Karnal- The Milk City of India

Production of milk is a livestock enterprise in which local farmers can succeed and enhance their living conditions. Regular milk sales enable them to transition from basic survival to market-based revenue.

The study examines the implications of fluctuations in prices, farming techniques, and other market factors that impact small-scale milk production processes, the whole farm, and linked family income in order to determine potential advancements in the dairy sector and to widely recognize intervention areas that favored small-scale dairy manufacturers.

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India- the Largest Milk Producer:

Every year, India, the world’s largest producer of milk, produces more than 200 million tonnes. The milk industry, which is supported by 80 million farmers throughout the country, the majority of whom have small herds, has risen significantly and now contributes nearly 5% of India’s GDP. In a testament to the country’s love of dairy products — from slow-cooked chai to curd and cheese to the cream and butter that appear in almost every dish — only a small portion of the tremendous output is exported.

Dairy as an Important Venture:

Dairy is an important supplementary venture that improves farmers’ livelihoods; thus, analyzing its solvency position and identifying production constraints opens up the possibility for political ramifications. During 2019-20, an effort was made to decide the expenses, returns, and restrictions associated with milk production in Karnal district of Haryana. Primary data from 120 milk production families was gathered and analyzed using tabular analysis and Garrett’s ranking methodology.

Dairy as a Complementary of Farming:

Indian agriculture is primarily a multiple cropping system, with 70% of the inhabitants either directly or indirectly involved in agriculture. Due to the significant negative impact of climate variability on crop production, the dairy sector has emerged as a reliable source of income and has made rapid progress in recent years. India has established itself as the world’s leading producer and customer of dairy products. As a result, the dairy sector complements the farming by providing employment as well as a stable source of income and nutritional requirements for families. India has maintained its position as the world’s largest milk producer, with yearly milk production of 187.7 million tonnes and a per capita availability of 374 gram/day (NDDB, 2018-19).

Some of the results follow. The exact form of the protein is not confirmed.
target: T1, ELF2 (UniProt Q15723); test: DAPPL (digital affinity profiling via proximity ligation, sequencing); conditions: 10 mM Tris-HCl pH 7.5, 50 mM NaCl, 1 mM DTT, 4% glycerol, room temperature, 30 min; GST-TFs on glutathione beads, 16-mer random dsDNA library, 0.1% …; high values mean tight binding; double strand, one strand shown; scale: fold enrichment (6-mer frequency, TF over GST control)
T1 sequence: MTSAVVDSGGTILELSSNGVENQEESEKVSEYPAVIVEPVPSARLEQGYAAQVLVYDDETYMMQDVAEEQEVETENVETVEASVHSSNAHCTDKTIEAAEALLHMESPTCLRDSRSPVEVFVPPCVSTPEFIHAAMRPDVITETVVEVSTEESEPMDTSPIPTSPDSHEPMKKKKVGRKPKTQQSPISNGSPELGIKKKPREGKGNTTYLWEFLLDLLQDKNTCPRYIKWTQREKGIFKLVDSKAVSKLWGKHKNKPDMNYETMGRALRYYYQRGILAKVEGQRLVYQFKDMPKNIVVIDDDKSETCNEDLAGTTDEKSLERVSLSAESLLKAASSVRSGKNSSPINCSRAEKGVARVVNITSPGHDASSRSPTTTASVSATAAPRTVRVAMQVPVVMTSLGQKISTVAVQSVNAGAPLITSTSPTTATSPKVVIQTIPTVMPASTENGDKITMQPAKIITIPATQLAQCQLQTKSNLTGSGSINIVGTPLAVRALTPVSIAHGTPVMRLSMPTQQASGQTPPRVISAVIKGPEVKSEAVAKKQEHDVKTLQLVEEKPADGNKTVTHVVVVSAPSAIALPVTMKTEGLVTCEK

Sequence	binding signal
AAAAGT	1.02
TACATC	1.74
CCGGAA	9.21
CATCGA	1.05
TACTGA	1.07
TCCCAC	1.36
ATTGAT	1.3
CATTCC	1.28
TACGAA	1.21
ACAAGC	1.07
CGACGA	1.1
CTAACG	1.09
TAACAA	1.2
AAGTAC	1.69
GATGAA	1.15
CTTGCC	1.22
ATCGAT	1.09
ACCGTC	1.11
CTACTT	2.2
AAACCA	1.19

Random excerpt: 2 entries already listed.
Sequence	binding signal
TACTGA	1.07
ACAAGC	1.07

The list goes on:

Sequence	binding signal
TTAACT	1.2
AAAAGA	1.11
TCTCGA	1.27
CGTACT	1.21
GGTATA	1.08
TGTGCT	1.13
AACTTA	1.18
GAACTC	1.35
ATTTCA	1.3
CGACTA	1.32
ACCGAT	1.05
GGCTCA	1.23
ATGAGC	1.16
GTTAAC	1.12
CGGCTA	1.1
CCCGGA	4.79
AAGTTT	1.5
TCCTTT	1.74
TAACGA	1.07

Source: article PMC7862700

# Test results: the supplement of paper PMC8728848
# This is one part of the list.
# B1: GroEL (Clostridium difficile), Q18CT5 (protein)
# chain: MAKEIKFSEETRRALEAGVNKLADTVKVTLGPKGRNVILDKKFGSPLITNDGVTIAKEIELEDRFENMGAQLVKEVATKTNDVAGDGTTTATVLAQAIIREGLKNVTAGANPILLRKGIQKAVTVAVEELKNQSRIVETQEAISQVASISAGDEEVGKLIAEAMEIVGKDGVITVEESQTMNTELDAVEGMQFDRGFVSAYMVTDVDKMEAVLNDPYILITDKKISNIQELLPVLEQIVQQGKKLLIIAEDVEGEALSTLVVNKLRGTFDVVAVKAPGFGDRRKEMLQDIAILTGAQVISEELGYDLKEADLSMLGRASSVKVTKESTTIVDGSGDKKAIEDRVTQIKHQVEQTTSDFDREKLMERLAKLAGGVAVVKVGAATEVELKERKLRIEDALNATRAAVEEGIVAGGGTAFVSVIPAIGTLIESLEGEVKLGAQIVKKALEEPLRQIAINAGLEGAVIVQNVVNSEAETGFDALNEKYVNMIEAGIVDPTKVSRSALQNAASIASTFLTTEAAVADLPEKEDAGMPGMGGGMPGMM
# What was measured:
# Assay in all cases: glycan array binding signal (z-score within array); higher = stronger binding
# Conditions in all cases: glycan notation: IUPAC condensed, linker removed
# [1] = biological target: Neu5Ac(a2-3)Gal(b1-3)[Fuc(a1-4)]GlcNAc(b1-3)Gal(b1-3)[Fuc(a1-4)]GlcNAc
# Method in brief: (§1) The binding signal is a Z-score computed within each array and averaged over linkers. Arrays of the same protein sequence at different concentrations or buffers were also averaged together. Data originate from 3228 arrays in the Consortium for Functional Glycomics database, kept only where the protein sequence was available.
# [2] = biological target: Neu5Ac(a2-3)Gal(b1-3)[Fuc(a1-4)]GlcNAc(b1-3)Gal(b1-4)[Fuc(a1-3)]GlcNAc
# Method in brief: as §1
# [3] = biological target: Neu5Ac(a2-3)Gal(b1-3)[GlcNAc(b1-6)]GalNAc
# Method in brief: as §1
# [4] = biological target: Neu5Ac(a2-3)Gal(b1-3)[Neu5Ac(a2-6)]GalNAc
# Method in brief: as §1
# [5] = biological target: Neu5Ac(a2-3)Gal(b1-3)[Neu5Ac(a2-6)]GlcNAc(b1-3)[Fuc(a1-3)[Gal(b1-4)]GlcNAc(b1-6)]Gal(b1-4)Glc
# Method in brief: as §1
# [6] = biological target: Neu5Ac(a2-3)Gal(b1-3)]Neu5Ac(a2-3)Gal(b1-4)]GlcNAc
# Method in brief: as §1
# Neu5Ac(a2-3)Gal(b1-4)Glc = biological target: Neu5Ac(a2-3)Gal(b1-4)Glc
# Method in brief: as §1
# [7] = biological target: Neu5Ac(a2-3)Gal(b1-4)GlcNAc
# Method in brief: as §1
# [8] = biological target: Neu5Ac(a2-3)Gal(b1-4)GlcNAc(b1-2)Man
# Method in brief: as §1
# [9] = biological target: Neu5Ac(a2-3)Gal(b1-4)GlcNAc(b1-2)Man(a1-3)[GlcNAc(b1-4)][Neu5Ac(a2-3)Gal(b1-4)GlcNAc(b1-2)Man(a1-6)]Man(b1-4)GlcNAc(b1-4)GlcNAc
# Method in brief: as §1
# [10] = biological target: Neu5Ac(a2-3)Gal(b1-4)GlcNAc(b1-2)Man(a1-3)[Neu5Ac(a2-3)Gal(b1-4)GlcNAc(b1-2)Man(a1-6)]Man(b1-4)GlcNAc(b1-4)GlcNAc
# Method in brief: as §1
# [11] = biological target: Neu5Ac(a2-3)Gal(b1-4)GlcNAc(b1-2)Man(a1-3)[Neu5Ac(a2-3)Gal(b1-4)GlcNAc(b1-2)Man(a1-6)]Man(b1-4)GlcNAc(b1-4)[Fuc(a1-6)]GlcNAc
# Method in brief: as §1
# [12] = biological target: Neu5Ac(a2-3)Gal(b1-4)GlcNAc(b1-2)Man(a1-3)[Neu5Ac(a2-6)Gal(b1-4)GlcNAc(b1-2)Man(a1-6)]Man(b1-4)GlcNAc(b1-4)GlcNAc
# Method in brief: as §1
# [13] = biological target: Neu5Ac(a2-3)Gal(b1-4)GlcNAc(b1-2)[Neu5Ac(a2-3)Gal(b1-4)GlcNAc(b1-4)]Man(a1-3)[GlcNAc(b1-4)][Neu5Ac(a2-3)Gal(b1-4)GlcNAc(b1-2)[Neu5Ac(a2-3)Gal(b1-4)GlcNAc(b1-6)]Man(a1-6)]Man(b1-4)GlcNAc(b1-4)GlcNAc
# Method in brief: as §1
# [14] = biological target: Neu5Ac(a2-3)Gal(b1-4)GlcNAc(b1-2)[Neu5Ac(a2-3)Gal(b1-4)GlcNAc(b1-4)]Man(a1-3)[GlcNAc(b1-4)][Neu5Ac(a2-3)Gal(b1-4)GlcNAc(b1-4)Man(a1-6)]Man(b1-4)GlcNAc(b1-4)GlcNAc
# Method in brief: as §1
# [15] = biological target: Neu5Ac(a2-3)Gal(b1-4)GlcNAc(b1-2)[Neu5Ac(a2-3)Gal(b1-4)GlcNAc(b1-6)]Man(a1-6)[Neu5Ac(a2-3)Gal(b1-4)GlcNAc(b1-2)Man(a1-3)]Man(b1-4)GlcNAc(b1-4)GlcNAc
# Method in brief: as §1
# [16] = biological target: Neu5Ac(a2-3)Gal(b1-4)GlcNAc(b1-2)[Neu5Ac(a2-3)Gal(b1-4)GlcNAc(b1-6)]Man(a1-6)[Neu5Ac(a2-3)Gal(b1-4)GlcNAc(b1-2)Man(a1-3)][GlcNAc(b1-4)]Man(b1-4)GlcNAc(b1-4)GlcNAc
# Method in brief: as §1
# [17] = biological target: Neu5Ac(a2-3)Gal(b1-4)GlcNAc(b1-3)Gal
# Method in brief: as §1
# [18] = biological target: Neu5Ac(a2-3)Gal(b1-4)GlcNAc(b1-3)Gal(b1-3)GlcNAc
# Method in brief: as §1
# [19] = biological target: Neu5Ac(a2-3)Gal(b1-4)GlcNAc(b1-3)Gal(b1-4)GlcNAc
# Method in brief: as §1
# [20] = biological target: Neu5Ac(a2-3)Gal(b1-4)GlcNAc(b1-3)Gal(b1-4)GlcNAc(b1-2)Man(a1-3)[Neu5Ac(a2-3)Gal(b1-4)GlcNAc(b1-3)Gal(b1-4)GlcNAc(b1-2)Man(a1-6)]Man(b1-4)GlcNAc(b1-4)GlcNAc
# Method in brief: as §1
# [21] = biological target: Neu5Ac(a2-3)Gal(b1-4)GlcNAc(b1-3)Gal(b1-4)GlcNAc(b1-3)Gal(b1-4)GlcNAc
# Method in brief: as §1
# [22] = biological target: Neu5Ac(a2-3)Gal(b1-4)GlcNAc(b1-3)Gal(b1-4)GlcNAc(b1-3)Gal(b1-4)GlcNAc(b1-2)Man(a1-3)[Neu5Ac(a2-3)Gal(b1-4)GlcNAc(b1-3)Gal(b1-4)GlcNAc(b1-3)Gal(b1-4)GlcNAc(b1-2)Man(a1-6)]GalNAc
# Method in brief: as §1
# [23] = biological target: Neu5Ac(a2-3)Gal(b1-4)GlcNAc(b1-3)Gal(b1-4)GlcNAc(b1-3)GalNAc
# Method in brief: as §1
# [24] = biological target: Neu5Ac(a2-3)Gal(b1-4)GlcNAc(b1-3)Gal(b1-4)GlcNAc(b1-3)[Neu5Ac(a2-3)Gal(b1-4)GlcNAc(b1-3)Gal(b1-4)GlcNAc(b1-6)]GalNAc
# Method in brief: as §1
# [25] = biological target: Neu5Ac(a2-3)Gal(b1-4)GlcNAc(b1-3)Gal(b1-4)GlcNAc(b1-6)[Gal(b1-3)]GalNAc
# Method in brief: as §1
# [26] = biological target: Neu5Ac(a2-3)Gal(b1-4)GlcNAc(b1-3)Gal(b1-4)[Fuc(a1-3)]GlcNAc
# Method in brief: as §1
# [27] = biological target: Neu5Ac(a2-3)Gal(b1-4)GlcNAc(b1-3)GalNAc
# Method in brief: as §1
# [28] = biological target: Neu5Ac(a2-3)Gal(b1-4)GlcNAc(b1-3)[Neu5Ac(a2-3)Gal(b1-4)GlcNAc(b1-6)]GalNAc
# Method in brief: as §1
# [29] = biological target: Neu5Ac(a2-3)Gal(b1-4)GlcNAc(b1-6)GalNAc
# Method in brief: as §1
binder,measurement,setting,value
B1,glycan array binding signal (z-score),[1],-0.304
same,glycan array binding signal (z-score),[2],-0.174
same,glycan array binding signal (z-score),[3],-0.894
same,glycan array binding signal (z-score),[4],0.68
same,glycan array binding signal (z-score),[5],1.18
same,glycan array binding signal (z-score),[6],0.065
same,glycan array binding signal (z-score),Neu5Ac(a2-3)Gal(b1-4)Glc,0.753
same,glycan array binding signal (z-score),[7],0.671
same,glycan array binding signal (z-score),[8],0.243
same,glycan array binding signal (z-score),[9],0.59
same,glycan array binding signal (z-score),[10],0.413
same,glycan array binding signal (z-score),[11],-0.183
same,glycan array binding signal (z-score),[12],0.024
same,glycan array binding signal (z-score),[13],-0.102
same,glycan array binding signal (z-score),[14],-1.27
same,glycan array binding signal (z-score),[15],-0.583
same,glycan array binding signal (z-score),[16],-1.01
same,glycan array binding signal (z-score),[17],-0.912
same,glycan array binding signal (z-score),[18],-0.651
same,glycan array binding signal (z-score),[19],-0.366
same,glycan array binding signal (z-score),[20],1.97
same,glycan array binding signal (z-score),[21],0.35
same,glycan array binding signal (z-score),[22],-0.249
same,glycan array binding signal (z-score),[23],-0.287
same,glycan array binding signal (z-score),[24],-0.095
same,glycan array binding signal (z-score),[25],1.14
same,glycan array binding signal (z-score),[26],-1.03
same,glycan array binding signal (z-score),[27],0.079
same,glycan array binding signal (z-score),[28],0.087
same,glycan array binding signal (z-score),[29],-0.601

Milk Production in Karnal:

Haryana has 2.5 percent of the country’s total cattle population, with annual milk production increasing from 66.61 lakh tonnes in 2011-12 to 83.81 lakh tonnes in 2018-19 (Department of Animal Husbandry and Fishery, 2018-19). Haryana is one of India’s top ten milk major producers, making it the second largest in terms of per-person per diem milk availability (835 gram) compared to the national average of 374 gram (Department of Animal Husbandry and Fishery, 2018-19).

Karnal district in the eastern zone was randomly selected owing to excessive average cattle density, best animal feeds, top quality nutrient management, a thriving milk sector, and the presence of both organized dairy advertising sectors. For the research, Karnal district was picked at random. At the National Dairy Research Institute in Karnal, a Holstein Crossbred cow purchased by a dairy farmer from  Karnal  established a new record by generating 76.61Kg milk in 24 hours. Having followed these steps, NDRI recognized the cow owner for his animal’s record-breaking yield.

Haryana as Milk Pot of India:

Haryana is known as India’s milk pot. Among Indian states, Haryana has the greatest per capita milk accessibility. Buffaloes provide more than 80% of Haryana’s dairy production. Together with agriculture, approximately 22.27 lakh residents in Haryana are involved in livestock farming.


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